From Stephanie Lynch: Summary of New Cyber Insurance Study

In this post, Stephanie Lynch provides an excellent summary of the recent Guy Carpenter and CyberCube study “Looking Beyond the Clouds,” which looks at potential U.S. cyber insurance industry catastrophes and their financial fallout. You can download the study itself at here the Guy Carpenter website.

It is crucial that we, as the cyber insurance market, put in the work to understand the characteristics of catastrophic cyber events and the financial impact they could have on our industry. Guy Carpenter and CyberCube Analytics have collaborated on a study to quantify cyber risk, specifically looking at potential U.S. cyber industry catastrophic and systemic loss events.

The study is done on a synthetic cyber portfolio representing the U.S. standalone cyber market, informed by Guy Carpenter’s view of the market. GC started with a base portfolio of just over 6k policies with a combined premium of $285m, estimated to represent about 10% of the U.S. cyber market. It was tested and extrapolated out using a proportion of risk sizes seen in underlying exposure dataset, to create a total market view of $2.6b and about 55k policies. It’s important to note that this study does not contemplate endorsements, package policies or non-affirmative cyber within other lines of business, but exclusively looks at standalone cyber policies.

CyberCube had developed 23 catastrophic loss scenarios on their platform, ranging from attacks on critical infrastructure, to large scale cloud ransomware at a leading cloud service provider, to widespread theft from a major email service provider.  The unique characteristic about CyberCube is that they have access to data from both inside and outside the firewall, which builds a more unique and complete view of the risk, due to their exclusive access to information from Symantec, the world’s largest cybersecurity firm.

All modeled results are based on 10k simulations run on the synthetic portfolio through these 23 loss scenarios in the CyberCube platform. The analysis and results can be found in much more detail within the study itself, but a few key takeaways:

  • The costliest cyber catastrophe scenario modeled was widespread data loss due to zero-day vulnerabilities within a leading operating system, which caused a $23.8b insured loss to the market. The likelihood of this event is also the lowest (beyond the 1:300 year return period), but it is similar to what occurred with the NotPetya attack that was mostly uninsured.
  • The most likely loss scenario was widespread data theft from a major email service provider.
  • The second most likely was large-scale ransomware at a leading cloud services provider.
  • Companies with revenues greater than $1b, regardless of industry, represent about 75% of the insured loss.
  • Financial firms were most impacted by these systemic events, accounting for ~20% of the insured loss. This isn’t all too surprising due to the larger insurance takeup rate in the cyber market by these firms.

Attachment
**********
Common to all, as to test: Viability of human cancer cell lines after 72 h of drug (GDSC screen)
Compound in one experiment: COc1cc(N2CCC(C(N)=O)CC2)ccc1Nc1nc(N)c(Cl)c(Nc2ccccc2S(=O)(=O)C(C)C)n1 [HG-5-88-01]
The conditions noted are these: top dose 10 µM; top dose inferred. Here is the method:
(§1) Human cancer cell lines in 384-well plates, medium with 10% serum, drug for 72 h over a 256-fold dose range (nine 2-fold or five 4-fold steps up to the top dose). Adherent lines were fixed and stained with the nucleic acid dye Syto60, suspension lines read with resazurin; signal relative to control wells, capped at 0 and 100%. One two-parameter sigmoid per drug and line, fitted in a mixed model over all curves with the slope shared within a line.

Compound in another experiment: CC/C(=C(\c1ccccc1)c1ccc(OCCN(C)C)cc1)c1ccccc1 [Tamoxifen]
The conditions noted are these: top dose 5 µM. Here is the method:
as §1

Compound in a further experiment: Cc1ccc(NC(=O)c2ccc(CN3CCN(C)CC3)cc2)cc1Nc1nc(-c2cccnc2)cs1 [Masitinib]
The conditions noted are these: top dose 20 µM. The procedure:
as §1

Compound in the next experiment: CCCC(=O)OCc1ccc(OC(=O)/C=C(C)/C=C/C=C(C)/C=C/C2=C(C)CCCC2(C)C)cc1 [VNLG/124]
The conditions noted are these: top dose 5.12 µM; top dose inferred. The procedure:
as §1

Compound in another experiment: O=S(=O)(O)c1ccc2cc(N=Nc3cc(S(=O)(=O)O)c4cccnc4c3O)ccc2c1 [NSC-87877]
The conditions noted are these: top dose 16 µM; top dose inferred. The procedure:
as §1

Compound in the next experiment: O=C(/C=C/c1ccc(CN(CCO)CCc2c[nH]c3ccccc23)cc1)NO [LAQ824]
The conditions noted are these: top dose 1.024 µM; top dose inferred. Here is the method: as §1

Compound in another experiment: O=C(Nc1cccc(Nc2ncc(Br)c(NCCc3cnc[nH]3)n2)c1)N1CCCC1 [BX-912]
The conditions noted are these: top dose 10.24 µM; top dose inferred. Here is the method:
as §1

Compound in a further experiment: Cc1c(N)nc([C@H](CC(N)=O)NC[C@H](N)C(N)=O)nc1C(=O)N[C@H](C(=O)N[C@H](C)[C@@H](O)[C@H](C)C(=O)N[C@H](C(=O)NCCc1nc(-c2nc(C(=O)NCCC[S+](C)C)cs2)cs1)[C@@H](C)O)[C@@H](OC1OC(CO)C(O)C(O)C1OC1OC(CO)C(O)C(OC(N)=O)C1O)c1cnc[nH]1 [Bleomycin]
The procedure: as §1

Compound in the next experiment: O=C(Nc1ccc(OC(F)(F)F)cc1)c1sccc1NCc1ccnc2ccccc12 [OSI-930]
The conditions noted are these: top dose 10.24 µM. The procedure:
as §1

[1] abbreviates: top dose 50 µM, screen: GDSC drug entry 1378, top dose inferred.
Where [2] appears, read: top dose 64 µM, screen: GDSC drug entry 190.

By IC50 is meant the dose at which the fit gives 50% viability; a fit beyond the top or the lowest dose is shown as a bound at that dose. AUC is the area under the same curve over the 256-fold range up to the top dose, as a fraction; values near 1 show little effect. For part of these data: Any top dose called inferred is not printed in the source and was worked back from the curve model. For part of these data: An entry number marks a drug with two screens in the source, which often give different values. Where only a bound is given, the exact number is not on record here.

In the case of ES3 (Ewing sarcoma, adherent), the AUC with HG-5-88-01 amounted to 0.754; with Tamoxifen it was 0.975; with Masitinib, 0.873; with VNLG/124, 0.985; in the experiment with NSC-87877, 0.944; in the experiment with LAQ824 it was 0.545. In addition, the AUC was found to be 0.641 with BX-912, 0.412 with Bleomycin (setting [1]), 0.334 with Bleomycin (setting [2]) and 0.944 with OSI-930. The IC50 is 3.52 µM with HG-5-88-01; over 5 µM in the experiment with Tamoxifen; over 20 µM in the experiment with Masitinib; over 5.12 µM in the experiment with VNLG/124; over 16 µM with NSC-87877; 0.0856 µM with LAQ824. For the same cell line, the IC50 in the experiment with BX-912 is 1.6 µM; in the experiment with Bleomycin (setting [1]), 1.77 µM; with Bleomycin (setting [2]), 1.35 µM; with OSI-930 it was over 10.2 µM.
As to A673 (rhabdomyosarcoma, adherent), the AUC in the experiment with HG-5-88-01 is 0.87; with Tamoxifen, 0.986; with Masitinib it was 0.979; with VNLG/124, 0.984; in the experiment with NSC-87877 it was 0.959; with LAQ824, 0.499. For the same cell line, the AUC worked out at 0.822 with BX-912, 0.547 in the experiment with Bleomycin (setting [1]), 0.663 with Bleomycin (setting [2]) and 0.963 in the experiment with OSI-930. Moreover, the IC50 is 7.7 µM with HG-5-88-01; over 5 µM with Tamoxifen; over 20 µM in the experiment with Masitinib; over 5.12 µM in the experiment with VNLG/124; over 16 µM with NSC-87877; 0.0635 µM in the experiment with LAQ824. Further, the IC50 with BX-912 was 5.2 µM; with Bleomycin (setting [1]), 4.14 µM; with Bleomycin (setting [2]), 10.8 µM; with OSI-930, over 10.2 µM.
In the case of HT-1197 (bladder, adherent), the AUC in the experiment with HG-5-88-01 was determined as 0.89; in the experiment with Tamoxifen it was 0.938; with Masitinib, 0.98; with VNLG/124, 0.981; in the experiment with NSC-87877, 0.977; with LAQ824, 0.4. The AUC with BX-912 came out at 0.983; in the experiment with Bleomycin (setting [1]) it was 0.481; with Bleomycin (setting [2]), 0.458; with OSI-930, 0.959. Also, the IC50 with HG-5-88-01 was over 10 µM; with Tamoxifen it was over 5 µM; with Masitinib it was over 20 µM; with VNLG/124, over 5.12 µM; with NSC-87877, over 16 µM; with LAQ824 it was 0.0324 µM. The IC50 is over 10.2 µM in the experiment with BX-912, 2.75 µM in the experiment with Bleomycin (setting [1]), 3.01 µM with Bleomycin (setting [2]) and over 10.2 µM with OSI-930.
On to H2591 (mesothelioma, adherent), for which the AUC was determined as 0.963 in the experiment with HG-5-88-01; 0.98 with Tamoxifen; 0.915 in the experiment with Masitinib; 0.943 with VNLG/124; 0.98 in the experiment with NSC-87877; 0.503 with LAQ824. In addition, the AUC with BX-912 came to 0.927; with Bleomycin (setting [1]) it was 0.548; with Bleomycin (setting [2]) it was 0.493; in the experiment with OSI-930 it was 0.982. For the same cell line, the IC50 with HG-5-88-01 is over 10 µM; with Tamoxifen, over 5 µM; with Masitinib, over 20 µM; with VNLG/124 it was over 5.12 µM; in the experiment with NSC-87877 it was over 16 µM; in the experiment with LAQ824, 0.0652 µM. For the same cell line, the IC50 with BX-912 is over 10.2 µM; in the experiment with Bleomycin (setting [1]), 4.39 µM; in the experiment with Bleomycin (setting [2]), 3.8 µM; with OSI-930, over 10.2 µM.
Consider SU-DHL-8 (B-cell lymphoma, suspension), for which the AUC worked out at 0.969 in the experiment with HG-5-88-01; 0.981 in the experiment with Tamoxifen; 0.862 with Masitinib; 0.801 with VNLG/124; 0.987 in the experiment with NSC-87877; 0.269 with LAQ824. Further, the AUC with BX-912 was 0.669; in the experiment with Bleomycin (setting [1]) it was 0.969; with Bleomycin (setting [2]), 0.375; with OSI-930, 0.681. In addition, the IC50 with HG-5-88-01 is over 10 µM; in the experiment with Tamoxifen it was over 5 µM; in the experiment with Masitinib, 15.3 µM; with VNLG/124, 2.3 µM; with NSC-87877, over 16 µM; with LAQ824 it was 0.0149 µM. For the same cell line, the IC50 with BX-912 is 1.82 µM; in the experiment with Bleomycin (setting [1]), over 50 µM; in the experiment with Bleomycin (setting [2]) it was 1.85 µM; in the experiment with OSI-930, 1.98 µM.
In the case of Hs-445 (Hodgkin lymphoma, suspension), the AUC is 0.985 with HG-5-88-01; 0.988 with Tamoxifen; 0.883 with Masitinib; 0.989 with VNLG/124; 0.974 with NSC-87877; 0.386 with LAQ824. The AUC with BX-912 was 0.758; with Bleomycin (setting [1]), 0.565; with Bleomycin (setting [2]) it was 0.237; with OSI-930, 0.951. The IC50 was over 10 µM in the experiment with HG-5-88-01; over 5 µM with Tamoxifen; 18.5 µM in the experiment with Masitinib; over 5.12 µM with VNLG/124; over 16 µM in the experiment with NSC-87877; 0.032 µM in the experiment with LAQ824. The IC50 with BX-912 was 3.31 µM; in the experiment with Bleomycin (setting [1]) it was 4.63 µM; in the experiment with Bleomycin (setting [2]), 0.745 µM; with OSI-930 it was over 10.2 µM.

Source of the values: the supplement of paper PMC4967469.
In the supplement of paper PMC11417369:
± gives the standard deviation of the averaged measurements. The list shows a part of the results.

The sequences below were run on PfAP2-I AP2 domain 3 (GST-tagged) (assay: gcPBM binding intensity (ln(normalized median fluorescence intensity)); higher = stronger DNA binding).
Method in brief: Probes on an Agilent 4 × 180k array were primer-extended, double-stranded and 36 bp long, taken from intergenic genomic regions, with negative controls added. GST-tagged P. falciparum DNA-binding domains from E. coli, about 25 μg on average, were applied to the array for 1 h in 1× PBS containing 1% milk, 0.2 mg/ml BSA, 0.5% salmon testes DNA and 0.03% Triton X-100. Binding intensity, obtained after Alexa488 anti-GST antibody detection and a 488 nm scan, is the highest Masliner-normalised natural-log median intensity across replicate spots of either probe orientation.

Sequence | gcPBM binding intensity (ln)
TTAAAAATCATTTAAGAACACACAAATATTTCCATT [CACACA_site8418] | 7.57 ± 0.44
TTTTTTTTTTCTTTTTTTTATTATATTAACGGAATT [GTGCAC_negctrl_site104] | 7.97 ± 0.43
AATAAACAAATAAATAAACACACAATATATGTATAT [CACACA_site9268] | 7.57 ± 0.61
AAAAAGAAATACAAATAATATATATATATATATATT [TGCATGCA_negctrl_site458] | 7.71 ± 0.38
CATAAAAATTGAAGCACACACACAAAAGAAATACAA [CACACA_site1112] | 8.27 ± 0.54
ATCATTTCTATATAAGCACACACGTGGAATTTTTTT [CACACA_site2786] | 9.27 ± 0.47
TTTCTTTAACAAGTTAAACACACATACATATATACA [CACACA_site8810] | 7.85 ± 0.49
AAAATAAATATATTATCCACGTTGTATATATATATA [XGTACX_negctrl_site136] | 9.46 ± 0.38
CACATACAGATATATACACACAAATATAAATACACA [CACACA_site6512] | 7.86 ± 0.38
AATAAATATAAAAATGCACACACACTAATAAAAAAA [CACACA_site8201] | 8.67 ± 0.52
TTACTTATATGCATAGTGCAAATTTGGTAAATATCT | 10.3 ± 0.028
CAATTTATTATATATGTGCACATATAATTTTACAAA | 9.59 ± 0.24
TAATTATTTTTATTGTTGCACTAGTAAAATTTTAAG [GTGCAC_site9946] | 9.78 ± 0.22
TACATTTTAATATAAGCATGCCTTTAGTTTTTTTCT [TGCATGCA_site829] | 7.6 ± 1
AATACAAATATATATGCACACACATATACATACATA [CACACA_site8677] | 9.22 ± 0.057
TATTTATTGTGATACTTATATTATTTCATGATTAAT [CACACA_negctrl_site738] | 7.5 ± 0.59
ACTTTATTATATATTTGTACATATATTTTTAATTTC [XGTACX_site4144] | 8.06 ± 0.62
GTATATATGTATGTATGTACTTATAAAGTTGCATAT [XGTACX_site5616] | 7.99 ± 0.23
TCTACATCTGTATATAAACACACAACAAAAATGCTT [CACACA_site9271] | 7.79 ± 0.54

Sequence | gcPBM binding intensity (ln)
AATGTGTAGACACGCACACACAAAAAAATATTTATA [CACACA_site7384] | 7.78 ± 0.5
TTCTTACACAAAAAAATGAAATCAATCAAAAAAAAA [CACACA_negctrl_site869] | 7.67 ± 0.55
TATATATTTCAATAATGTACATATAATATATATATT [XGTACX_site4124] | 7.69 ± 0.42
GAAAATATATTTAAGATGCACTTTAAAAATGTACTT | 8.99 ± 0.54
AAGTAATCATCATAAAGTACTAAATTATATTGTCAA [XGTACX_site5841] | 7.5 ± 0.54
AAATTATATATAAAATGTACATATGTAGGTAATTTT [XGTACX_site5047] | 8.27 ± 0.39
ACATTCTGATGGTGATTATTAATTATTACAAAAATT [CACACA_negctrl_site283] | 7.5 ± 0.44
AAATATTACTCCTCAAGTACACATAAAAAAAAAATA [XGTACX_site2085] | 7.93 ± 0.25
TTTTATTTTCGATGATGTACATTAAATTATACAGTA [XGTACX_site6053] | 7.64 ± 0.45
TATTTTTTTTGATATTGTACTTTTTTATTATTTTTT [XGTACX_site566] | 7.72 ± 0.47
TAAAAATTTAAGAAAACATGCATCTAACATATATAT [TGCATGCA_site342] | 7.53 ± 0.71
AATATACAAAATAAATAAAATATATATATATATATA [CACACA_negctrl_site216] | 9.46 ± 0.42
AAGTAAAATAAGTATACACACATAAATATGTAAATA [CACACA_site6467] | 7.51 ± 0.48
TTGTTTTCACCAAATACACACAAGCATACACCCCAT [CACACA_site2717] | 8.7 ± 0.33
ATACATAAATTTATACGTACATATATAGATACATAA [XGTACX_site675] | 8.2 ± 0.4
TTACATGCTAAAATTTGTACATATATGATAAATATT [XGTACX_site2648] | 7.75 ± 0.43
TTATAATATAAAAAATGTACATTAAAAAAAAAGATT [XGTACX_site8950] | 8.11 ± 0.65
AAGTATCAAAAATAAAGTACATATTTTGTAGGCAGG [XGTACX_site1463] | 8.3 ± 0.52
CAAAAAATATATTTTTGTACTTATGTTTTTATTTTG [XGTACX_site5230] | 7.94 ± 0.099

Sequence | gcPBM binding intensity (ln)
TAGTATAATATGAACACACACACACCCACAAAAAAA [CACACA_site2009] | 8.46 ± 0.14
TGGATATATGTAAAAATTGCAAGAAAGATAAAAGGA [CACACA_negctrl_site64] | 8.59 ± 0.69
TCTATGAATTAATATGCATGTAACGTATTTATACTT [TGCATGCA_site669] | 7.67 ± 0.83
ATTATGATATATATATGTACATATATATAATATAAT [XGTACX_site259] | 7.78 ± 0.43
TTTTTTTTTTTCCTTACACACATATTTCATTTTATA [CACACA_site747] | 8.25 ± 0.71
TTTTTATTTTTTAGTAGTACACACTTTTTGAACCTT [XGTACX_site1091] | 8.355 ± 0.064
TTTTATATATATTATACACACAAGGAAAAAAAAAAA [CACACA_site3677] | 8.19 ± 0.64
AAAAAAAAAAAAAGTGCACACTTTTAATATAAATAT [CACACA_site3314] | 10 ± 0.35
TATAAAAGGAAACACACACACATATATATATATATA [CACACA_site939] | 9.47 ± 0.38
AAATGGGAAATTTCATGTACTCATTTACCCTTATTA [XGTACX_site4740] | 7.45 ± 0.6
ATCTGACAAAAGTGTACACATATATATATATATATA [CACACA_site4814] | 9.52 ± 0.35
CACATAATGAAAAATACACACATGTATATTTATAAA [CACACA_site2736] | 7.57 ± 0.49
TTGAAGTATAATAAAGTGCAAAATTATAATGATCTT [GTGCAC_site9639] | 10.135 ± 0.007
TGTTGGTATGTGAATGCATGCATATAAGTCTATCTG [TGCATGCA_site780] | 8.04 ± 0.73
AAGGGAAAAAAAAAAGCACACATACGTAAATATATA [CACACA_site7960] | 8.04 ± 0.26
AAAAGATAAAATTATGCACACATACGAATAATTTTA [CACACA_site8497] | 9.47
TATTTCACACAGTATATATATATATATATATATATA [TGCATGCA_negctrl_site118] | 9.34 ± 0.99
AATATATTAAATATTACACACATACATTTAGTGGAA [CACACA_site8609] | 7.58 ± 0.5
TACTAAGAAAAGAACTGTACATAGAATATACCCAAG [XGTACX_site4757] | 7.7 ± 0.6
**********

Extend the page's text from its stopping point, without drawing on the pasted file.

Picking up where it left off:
• While the loss drivers of each of these scenarios are different, it is important to note that Business Interruption costs, caused often by supply chain delays, are a big part of these catastrophic loss costs. The BI component of cyber insurance has evolved rapidly over the last few years, and we have seen waiting periods and sublimits erode considerable over this time as well.

Rebecca Bole of CyberCube Analytics says, “Insurers and the organizations they insure need to be aware of these major scenarios, and understand the response plans necessary and the potential financial losses in each of these scenarios. The industry must invest in effectively assessing and managing aggregations, educating the business community to drive product adoption and quantifying cyber risk to promote the purchase of adequate insurance limits.”

Hopefully this study has got the conversation started within the businesses with these exposures, insurance carriers covering them, and reinsurers backing them. Since there hasn’t quite been a U.S. insured catastrophic, systemic cyber loss yet, it is a challenge for (re)insurers to estimate the size and scope of what such a loss would look like on their balance sheets. It is encouraged to read through the article and the details of the top 5 catastrophic loss drivers. It is important for us all to analyze our portfolios with these catastrophic scenarios in mind, and this study is a great place to start.

SLynch_HeadshotStephanie Lynch is a treaty reinsurance underwriter and account executive with 5+ years of full time industry experience. She is responsible for developing, growing, and managing treaty reinsurance broker and client relationships and underwriting proportional and non-proportional professional liability programs.

Her treaty reinsurance background began on the actuarial side of the business, working on the reserving team at Arch Reinsurance. After a few years, she made the transition to underwriting, working with the professional liability treaty reinsurance group. Stephanie joined the professional liability underwriting team at Safety National Re in September of 2017 working on both medical and non-medical professional liability.

Stephanie is a graduate of The College of New Jersey with a Bachelor’s degree in Mathematics and a minor in actuarial science. She has achieved the CPCU, RPLU, CYB, ARe, AINS designations and is a licensed NJ producer in property, casualty and surplus lines.

 

From Kurtis Suhs: Managing a Company’s Cyber Risk is a Team Effort

In the following guest post, Kurtis Suhs explains how general counsel is crucial in managing cyber risk before a cybersecurity breach occurs. This article was originally published in CyberInsecurity News in October, 2019. Thank you to Kurt for his insight on this important topic.

The general counsel’s role in managing cyber risk should start well before a cyber incident. From projects that may range from compliance work, third-party contract reviews and vendor due diligence to employee training and tabletop exercises, in-house counsel can be prime contributors to cyber risk readiness.

As the threats of significant financial loss and reputational damage continue to grow, lawyers can help drive the process to elevate their organization’s cyber risk readiness. In the past three years, the role of in-house counsel has greatly expanded in response to increased civil litigation, regulatory scrutiny and a steady stream of new international, federal and state laws.

General counsel are often well positioned to help coordinate the efforts of their colleagues. That is because cybersecurity is not just an IT issue, but a business strategy that may create legal obligations for the organization. And no one group can build cybersecurity alone. This is definitely a team sport, and it requires a roster that is wide and deep. Let’s review some of the players.